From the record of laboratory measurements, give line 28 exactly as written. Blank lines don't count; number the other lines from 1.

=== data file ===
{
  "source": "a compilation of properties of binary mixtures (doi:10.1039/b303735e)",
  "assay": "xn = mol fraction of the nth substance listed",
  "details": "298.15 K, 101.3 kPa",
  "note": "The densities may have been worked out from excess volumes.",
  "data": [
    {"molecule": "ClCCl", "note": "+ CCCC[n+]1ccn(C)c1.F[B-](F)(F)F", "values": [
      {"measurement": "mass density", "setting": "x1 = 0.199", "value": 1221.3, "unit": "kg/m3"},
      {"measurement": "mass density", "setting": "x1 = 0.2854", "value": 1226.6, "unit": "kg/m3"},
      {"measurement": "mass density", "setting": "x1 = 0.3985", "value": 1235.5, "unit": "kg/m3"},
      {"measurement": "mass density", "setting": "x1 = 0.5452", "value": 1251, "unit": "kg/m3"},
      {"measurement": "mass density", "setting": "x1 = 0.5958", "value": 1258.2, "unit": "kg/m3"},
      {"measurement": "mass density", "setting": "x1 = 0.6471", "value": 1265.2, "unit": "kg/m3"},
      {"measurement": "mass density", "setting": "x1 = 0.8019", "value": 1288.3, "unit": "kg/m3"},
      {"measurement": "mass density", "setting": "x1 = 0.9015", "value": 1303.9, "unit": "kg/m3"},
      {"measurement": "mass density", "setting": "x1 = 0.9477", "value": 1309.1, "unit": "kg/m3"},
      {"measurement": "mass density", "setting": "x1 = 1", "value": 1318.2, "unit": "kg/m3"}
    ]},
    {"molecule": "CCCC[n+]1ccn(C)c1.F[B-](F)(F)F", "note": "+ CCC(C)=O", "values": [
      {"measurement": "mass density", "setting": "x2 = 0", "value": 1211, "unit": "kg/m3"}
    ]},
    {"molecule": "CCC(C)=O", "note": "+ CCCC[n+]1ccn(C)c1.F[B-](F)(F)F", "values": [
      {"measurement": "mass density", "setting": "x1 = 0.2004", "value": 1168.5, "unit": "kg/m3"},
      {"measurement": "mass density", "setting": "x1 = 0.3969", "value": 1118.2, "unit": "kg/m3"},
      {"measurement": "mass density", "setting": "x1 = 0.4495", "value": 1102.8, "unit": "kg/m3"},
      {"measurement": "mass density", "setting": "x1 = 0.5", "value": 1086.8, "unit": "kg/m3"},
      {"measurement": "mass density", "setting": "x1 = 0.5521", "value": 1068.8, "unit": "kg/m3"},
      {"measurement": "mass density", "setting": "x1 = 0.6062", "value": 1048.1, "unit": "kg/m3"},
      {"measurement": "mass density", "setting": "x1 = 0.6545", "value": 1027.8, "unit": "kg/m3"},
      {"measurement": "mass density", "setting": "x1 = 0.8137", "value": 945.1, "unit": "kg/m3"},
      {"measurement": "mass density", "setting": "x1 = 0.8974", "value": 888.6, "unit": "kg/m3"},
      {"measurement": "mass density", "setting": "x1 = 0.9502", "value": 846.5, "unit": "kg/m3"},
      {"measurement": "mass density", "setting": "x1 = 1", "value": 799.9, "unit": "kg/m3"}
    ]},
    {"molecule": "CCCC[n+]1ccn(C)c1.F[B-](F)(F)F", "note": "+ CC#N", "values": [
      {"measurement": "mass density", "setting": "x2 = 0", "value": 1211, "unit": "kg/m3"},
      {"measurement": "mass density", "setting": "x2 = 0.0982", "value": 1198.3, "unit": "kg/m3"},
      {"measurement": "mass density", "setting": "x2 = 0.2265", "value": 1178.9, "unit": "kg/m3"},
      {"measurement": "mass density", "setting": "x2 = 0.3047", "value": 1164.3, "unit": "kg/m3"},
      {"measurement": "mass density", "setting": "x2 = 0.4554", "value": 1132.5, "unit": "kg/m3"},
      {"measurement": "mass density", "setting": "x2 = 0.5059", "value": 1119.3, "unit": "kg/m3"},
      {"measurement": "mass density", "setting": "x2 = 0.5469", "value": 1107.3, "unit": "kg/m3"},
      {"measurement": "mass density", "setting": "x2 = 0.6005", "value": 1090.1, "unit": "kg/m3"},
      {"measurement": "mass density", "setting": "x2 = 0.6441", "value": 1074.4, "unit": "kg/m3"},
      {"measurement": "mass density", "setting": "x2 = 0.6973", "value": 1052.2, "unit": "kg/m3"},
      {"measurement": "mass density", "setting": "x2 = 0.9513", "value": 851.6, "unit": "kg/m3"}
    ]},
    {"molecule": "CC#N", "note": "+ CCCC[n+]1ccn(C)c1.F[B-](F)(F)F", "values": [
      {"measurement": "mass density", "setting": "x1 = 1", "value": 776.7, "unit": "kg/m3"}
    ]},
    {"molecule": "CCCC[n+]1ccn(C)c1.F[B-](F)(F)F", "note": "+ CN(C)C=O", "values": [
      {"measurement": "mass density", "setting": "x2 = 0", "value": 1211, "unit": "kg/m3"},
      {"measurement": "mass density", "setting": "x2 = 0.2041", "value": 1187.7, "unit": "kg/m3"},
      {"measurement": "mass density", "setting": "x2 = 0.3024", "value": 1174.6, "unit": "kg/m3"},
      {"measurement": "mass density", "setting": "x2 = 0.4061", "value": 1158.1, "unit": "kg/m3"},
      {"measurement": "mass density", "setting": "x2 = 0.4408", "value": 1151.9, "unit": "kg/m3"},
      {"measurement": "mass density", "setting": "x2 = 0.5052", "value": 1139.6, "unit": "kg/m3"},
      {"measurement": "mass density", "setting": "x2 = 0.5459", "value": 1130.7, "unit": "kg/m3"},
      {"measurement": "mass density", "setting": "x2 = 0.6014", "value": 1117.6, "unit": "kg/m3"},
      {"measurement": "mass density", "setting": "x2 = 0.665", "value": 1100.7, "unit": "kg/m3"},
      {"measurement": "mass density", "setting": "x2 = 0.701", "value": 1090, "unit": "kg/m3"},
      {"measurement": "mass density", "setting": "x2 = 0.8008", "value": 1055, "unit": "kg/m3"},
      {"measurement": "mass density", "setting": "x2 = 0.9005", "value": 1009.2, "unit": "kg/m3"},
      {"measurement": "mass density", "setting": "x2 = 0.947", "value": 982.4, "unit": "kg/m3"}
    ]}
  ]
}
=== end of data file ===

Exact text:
      {"measurement": "mass density", "setting": "x1 = 0.6062", "value": 1048.1, "unit": "kg/m3"},